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Referendums - Question for Short Debate

Part of the debate – in the House of Lords at 2:33 pm on 13th June 2019.

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Photo of Lord Soley Lord Soley Labour 2:33 pm, 13th June 2019

My Lords, I seek to put this Question before the House on the use of referendums in the British constitution because it is a very important issue. I know that we are time-limited, as we have just been reminded. I will try to keep my remarks very tight.

I have been increasingly concerned over the use of referendums in the United Kingdom. I do not like referendums. I think we do much better under Edmund Burke’s representative democracy, where MPs and Governments can be thrown out if the electorate do not like them. Perhaps it is easy for me to say that because I was never thrown out, although the Minister did try on one or two occasions in my neighbouring area to organise that, just as I tried to organise his. It was a joint project.

By and large, referendums do more harm than good. There are, of course, exceptions. If you have a position where maybe you want to reinforce a constitutional change that has been widely discussed and then largely agreed it can make sense, but it is always worth reminding people, as many have, that dictators often use referendums to reinforce their position. Fortunately, we have not been in that position and I do not think we will be.

We know that the other problem with referendums, which really lies underneath my debate, is that they can be incredibly divisive. The mess we are in on Brexit is because a referendum was called on an issue that, frankly, had not been one of the top political issues in the United Kingdom until it was called. There was no alternative policy to put if the referendum was lost, which it was. Although I thought that we would vote remain and I did myself, I was not surprised that it was lost, because the Brexiteers’ strapline of “Take back control” is very powerful. I do not take the view that people who voted leave did so because they had not thought it through, because the arguments were weak or dishonest or because of immigration. It was much more basic: that strapline went to the heart of what many British people felt about being able to make their own laws and to sack their own Governments.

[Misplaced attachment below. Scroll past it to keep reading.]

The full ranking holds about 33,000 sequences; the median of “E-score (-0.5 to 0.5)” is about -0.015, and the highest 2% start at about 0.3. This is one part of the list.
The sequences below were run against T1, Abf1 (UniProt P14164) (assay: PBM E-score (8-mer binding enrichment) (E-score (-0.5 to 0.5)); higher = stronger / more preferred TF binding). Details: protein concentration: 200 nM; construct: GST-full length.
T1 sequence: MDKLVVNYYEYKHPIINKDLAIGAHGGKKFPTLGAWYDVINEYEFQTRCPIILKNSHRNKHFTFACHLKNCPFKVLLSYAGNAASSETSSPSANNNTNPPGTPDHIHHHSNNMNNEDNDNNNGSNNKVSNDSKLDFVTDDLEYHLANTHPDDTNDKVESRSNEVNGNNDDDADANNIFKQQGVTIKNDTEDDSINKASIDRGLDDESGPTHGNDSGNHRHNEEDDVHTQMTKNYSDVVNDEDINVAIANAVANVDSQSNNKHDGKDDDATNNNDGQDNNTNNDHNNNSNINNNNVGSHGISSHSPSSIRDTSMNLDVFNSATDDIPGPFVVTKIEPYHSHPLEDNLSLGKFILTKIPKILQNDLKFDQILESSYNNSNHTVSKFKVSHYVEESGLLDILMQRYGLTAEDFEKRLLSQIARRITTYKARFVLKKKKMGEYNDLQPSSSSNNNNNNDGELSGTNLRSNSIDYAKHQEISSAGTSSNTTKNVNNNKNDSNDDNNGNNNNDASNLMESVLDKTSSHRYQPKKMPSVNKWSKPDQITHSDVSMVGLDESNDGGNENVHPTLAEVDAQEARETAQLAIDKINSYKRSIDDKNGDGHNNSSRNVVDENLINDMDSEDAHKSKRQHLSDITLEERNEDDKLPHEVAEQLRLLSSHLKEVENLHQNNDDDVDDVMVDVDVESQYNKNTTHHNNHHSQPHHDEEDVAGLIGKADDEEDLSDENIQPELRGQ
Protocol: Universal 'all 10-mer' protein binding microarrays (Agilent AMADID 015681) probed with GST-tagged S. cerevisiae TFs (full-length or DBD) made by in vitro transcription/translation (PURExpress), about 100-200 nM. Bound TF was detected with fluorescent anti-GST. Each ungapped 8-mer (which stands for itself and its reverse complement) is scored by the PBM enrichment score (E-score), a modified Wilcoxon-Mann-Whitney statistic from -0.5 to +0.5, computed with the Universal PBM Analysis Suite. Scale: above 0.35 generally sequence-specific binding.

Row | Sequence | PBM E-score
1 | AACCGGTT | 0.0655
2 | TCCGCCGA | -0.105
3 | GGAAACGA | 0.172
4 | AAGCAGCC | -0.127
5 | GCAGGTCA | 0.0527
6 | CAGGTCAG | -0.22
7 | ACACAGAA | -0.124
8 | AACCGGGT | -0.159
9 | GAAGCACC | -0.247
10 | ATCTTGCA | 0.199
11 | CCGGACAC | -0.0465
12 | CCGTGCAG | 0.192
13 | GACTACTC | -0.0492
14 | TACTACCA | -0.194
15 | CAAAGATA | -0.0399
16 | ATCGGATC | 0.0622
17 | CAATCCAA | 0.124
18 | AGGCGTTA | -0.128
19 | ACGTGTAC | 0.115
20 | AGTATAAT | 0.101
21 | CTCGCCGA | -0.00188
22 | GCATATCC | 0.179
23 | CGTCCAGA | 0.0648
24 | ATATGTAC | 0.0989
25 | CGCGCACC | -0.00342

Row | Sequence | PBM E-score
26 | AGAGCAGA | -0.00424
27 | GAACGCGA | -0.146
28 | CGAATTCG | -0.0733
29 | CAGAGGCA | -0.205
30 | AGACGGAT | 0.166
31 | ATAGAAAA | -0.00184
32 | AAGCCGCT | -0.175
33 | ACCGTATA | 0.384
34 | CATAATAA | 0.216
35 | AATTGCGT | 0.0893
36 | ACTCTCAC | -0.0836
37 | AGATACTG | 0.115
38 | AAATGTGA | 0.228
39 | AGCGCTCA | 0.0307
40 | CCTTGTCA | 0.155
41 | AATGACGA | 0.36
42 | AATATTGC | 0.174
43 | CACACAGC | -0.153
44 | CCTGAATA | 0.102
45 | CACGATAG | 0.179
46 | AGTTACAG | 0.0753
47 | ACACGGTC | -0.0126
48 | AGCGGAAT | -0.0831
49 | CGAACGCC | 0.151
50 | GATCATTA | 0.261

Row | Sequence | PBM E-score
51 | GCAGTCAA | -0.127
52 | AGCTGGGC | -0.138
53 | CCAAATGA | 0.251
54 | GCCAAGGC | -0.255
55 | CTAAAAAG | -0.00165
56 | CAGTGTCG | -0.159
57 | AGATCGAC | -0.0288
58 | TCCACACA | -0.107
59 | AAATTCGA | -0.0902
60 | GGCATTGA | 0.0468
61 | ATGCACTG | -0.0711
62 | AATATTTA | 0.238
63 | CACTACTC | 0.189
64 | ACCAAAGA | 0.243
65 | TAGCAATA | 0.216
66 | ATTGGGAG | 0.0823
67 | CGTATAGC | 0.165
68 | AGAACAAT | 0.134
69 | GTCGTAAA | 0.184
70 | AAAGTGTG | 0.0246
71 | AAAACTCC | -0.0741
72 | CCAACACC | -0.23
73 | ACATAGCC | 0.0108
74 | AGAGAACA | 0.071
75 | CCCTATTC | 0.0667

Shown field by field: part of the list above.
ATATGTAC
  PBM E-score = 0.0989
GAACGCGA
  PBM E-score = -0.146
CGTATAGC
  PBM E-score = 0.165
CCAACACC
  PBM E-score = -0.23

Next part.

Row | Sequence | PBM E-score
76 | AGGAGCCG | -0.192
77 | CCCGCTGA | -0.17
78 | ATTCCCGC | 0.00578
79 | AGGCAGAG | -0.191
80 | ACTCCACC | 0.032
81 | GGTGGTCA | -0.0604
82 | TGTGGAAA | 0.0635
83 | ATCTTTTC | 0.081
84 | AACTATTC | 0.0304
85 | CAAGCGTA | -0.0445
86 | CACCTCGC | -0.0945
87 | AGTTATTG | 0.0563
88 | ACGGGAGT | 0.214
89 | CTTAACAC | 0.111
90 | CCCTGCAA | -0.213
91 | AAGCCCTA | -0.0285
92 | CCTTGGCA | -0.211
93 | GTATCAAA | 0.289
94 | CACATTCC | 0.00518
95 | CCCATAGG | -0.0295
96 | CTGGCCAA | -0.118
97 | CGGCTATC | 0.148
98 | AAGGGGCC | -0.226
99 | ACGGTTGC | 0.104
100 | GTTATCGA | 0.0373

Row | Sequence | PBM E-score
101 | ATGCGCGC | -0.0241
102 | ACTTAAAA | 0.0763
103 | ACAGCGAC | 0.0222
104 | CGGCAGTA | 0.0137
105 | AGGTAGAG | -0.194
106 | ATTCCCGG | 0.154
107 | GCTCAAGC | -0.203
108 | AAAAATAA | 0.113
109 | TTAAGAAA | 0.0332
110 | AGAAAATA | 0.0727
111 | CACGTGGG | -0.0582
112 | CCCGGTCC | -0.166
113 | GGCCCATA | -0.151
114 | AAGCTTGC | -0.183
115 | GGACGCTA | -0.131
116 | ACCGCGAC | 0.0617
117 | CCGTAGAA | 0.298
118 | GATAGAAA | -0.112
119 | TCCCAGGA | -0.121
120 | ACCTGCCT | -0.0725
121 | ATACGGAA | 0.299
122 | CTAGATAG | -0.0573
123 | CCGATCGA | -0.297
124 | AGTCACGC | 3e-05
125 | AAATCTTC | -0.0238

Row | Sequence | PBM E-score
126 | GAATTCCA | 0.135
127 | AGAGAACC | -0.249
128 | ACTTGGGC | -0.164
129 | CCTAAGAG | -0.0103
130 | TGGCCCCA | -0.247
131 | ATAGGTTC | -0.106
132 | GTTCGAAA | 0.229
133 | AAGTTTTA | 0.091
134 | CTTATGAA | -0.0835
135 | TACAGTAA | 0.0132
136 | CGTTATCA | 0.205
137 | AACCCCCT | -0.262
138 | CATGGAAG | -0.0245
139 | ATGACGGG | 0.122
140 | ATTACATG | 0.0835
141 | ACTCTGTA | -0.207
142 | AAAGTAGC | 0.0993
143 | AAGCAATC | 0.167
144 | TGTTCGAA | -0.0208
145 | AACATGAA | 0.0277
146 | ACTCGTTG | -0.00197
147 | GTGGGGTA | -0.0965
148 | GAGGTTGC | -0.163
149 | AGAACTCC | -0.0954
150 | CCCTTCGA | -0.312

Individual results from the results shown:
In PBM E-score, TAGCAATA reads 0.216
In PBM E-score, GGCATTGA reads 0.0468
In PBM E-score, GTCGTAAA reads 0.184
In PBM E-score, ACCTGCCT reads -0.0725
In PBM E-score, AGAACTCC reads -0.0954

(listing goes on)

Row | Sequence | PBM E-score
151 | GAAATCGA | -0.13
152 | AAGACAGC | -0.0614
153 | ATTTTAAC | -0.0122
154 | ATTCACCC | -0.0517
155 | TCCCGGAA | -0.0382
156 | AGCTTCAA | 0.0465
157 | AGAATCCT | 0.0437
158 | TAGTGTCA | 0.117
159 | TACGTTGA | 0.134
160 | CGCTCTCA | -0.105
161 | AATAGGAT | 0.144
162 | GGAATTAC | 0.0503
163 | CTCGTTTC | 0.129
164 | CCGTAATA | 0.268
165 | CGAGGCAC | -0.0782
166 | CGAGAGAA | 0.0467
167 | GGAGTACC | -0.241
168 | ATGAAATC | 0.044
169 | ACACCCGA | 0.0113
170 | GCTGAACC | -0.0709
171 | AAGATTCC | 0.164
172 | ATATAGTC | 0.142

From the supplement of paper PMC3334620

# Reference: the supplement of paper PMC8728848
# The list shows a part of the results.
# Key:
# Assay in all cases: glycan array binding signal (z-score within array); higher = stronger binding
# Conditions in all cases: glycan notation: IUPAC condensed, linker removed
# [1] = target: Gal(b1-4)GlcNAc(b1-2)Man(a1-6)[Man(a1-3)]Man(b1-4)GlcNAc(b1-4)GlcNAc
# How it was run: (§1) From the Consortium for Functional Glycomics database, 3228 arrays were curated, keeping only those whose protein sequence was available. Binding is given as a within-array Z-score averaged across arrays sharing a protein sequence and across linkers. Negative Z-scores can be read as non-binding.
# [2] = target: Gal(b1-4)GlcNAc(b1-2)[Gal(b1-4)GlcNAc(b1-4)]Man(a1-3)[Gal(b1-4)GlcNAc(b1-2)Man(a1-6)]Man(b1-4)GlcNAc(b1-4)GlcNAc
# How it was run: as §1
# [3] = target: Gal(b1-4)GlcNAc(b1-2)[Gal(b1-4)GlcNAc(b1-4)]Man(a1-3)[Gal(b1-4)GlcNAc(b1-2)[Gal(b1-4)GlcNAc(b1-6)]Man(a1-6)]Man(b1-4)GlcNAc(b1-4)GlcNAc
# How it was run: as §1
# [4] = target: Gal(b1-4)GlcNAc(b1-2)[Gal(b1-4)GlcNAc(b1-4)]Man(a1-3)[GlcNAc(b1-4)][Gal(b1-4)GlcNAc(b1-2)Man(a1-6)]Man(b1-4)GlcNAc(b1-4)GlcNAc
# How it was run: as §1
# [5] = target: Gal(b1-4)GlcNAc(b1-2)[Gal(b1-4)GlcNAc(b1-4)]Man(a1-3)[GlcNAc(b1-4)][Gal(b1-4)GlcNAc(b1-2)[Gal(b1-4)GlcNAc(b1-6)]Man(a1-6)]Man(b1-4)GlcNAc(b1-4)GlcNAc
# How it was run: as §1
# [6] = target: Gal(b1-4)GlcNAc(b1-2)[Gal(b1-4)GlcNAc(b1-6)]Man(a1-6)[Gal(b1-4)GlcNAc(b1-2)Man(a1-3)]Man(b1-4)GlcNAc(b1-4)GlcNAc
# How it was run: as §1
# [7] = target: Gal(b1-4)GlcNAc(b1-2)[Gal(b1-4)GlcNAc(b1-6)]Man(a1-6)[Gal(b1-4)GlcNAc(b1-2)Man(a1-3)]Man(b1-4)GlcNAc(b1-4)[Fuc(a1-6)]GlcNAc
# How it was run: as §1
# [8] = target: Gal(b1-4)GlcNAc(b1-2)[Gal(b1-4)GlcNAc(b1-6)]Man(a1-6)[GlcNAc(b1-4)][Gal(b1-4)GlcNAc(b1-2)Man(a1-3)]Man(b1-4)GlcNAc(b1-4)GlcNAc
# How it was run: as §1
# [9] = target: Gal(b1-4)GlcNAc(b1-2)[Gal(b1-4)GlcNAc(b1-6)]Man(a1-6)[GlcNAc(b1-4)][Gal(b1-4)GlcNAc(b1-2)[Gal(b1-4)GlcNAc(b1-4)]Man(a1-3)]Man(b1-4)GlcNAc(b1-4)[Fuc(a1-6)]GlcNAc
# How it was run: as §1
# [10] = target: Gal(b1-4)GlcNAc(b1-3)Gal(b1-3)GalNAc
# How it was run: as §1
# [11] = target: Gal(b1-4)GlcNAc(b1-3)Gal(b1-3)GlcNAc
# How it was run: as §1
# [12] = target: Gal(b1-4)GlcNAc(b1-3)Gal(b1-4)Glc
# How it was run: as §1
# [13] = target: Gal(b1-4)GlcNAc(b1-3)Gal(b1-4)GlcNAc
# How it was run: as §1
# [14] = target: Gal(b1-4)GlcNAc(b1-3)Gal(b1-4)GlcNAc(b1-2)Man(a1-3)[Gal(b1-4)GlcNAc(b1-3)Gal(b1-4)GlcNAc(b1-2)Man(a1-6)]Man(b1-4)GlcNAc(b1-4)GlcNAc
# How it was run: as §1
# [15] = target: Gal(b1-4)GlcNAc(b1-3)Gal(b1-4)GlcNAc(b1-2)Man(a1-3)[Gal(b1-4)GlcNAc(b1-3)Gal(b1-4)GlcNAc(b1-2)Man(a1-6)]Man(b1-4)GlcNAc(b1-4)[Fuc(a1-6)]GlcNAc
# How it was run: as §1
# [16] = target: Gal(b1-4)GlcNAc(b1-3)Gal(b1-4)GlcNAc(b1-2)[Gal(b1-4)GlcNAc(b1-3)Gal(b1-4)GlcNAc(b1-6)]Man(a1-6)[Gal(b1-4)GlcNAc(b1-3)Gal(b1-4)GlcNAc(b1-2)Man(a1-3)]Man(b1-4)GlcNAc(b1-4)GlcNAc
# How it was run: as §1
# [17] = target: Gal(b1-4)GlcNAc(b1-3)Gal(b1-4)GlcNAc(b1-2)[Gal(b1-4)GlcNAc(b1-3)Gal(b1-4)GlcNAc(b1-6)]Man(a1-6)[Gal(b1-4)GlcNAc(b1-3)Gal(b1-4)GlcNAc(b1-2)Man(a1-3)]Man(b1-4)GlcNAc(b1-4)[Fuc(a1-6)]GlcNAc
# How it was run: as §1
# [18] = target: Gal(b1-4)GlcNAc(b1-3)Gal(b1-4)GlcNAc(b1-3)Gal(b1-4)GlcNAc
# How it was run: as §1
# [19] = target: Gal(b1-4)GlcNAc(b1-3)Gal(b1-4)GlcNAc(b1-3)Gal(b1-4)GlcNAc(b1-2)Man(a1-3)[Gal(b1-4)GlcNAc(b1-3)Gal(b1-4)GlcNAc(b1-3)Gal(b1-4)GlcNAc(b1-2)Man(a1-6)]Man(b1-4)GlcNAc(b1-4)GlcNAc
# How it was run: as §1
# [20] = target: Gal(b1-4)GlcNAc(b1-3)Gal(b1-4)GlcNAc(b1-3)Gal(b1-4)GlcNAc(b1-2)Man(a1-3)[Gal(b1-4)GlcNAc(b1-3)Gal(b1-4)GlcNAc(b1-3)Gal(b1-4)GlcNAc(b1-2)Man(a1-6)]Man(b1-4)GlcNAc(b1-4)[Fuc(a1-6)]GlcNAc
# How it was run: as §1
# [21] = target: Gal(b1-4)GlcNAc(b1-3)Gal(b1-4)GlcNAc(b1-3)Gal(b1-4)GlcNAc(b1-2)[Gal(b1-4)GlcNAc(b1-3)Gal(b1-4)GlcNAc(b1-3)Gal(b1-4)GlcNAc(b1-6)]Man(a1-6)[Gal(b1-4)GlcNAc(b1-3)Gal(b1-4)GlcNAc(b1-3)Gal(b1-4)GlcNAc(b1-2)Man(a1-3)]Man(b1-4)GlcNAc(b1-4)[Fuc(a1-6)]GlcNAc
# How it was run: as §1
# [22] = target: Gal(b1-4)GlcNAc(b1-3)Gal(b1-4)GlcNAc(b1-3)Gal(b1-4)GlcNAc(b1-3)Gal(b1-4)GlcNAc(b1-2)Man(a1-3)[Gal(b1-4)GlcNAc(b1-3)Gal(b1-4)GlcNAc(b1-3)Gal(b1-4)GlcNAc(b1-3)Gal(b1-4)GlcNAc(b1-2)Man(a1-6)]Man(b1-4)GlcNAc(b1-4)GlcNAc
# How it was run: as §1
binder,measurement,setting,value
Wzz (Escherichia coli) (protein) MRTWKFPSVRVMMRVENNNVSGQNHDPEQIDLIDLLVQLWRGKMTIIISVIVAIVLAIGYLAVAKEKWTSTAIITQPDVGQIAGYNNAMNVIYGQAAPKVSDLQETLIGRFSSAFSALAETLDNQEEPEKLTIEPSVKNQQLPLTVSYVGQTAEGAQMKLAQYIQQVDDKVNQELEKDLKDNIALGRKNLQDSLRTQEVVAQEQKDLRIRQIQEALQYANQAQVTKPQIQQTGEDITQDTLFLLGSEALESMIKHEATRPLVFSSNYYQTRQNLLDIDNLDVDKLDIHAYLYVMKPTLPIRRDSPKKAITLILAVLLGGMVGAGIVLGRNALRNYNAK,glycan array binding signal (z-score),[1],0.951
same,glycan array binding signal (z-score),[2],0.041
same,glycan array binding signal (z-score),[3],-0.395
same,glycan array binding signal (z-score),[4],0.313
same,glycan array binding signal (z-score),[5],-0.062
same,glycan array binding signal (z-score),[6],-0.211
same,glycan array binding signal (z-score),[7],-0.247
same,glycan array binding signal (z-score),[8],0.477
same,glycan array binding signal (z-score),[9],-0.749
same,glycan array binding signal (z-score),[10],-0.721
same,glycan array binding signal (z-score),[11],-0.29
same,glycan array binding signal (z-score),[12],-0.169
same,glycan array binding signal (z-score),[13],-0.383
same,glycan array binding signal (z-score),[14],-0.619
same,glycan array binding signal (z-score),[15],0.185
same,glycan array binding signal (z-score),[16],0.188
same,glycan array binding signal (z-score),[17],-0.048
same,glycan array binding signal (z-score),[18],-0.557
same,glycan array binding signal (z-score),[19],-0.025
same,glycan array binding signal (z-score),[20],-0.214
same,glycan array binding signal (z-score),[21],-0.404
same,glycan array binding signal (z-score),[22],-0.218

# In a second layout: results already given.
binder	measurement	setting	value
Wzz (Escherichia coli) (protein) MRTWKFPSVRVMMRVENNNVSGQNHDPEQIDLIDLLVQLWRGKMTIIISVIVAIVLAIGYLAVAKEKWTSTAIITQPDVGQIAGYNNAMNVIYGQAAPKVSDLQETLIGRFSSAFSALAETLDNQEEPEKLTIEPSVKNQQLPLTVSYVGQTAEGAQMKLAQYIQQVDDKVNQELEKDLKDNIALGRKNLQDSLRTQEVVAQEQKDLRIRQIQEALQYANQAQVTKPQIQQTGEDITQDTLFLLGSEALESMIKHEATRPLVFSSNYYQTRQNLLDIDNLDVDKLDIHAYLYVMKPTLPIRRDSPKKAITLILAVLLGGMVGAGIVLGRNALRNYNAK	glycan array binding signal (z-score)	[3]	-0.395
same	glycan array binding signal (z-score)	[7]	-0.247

One can argue the toss about that, but one thing we cannot argue about is the fact that the Brexit referendum, three years ago now, has done enormous damage to this country, both in the United Kingdom and overseas. It has damaged us politically and economically. I noticed that the retiring Foreign Office official in Singapore made that point today about the damage it has done to us. The problem is that, even if it was discussed well—people will argue the toss about that—it is a very complex issue to decide in a referendum. Although you can argue that it was a simple question, it was on a very complex argument that had many different strands to it, which made it very difficult for people to decide. My view is, as I have said already, that if MPs are able to debate widely and come to a conclusion, the public make their views known if they do not like the outcome that MPs have come to, just as they have made their views very well known about the House of Commons and its behaviour over the last three years.

The other point that is very important in the context of the Brexit debate is that the two main referendums on this issue, in 1974 under the Harold Wilson Government about membership of the European Community and the more recent one on the European Union, were called not because there was a great demand for it in the country—there was a demand, but not a great one—but because the political parties in government were divided and could not deliver an outcome themselves. What the second one did, which the first did not, was aggravate the division, so the divisions in the country now run not just between political parties, organisations and companies but within families. You get arguments in families, particularly younger people tending to argue that we should stay in and the older generation tending to argue that we should come out. There are many variations of that and I am not claiming that it is a hard and fast rule, but it is an important point.